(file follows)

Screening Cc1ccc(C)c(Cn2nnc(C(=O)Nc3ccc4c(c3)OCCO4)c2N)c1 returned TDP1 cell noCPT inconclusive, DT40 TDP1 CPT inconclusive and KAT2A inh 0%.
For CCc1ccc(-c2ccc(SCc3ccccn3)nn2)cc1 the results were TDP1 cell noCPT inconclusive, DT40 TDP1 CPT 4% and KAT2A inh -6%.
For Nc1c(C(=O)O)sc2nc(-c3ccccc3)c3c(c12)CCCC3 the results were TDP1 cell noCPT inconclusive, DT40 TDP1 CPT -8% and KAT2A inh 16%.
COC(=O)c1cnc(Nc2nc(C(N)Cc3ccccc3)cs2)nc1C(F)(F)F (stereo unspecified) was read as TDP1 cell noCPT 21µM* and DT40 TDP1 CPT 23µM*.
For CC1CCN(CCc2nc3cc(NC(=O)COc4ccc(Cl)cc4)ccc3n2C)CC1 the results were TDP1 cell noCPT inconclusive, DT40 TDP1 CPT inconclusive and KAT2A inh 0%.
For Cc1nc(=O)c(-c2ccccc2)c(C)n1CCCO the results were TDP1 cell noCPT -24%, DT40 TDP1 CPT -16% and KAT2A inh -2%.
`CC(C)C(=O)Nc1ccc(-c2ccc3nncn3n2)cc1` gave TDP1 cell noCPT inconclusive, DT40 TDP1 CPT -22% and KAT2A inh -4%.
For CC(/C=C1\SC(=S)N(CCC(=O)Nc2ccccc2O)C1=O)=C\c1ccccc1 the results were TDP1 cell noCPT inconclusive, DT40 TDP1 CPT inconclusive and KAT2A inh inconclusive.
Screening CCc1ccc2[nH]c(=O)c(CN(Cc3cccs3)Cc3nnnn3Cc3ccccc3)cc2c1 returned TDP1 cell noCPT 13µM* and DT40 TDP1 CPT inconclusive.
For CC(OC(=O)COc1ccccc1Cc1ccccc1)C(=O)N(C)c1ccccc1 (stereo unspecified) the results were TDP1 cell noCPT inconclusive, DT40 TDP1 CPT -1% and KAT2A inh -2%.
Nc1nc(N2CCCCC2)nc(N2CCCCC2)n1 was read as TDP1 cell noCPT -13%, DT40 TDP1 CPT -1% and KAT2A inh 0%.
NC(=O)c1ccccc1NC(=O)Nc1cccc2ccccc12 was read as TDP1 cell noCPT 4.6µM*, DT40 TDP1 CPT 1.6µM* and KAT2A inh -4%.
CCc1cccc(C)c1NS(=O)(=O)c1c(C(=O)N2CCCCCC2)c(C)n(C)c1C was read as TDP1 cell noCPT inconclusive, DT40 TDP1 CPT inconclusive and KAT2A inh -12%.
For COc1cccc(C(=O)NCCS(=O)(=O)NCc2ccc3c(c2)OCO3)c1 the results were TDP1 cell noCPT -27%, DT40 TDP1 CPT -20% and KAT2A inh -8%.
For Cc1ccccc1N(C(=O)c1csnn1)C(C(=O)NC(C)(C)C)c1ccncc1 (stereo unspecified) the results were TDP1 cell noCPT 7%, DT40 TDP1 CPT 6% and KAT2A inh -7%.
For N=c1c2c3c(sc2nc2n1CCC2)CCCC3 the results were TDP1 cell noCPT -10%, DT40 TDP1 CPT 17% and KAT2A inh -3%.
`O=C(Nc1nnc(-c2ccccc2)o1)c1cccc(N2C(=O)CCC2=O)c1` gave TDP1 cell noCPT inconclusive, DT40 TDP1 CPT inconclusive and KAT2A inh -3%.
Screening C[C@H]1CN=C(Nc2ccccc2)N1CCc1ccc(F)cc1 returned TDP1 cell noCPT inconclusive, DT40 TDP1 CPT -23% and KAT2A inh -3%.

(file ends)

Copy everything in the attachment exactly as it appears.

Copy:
Screening Cc1ccc(C)c(Cn2nnc(C(=O)Nc3ccc4c(c3)OCCO4)c2N)c1 returned TDP1 cell noCPT inconclusive, DT40 TDP1 CPT inconclusive and KAT2A inh 0%.
For CCc1ccc(-c2ccc(SCc3ccccn3)nn2)cc1 the results were TDP1 cell noCPT inconclusive, DT40 TDP1 CPT 4% and KAT2A inh -6%.
For Nc1c(C(=O)O)sc2nc(-c3ccccc3)c3c(c12)CCCC3 the results were TDP1 cell noCPT inconclusive, DT40 TDP1 CPT -8% and KAT2A inh 16%.
COC(=O)c1cnc(Nc2nc(C(N)Cc3ccccc3)cs2)nc1C(F)(F)F (stereo unspecified) was read as TDP1 cell noCPT 21µM* and DT40 TDP1 CPT 23µM*.
For CC1CCN(CCc2nc3cc(NC(=O)COc4ccc(Cl)cc4)ccc3n2C)CC1 the results were TDP1 cell noCPT inconclusive, DT40 TDP1 CPT inconclusive and KAT2A inh 0%.
For Cc1nc(=O)c(-c2ccccc2)c(C)n1CCCO the results were TDP1 cell noCPT -24%, DT40 TDP1 CPT -16% and KAT2A inh -2%.
`CC(C)C(=O)Nc1ccc(-c2ccc3nncn3n2)cc1` gave TDP1 cell noCPT inconclusive, DT40 TDP1 CPT -22% and KAT2A inh -4%.
For CC(/C=C1\SC(=S)N(CCC(=O)Nc2ccccc2O)C1=O)=C\c1ccccc1 the results were TDP1 cell noCPT inconclusive, DT40 TDP1 CPT inconclusive and KAT2A inh inconclusive.
Screening CCc1ccc2[nH]c(=O)c(CN(Cc3cccs3)Cc3nnnn3Cc3ccccc3)cc2c1 returned TDP1 cell noCPT 13µM* and DT40 TDP1 CPT inconclusive.
For CC(OC(=O)COc1ccccc1Cc1ccccc1)C(=O)N(C)c1ccccc1 (stereo unspecified) the results were TDP1 cell noCPT inconclusive, DT40 TDP1 CPT -1% and KAT2A inh -2%.
Nc1nc(N2CCCCC2)nc(N2CCCCC2)n1 was read as TDP1 cell noCPT -13%, DT40 TDP1 CPT -1% and KAT2A inh 0%.
NC(=O)c1ccccc1NC(=O)Nc1cccc2ccccc12 was read as TDP1 cell noCPT 4.6µM*, DT40 TDP1 CPT 1.6µM* and KAT2A inh -4%.
CCc1cccc(C)c1NS(=O)(=O)c1c(C(=O)N2CCCCCC2)c(C)n(C)c1C was read as TDP1 cell noCPT inconclusive, DT40 TDP1 CPT inconclusive and KAT2A inh -12%.
For COc1cccc(C(=O)NCCS(=O)(=O)NCc2ccc3c(c2)OCO3)c1 the results were TDP1 cell noCPT -27%, DT40 TDP1 CPT -20% and KAT2A inh -8%.
For Cc1ccccc1N(C(=O)c1csnn1)C(C(=O)NC(C)(C)C)c1ccncc1 (stereo unspecified) the results were TDP1 cell noCPT 7%, DT40 TDP1 CPT 6% and KAT2A inh -7%.
For N=c1c2c3c(sc2nc2n1CCC2)CCCC3 the results were TDP1 cell noCPT -10%, DT40 TDP1 CPT 17% and KAT2A inh -3%.
`O=C(Nc1nnc(-c2ccccc2)o1)c1cccc(N2C(=O)CCC2=O)c1` gave TDP1 cell noCPT inconclusive, DT40 TDP1 CPT inconclusive and KAT2A inh -3%.
Screening C[C@H]1CN=C(Nc2ccccc2)N1CCc1ccc(F)cc1 returned TDP1 cell noCPT inconclusive, DT40 TDP1 CPT -23% and KAT2A inh -3%.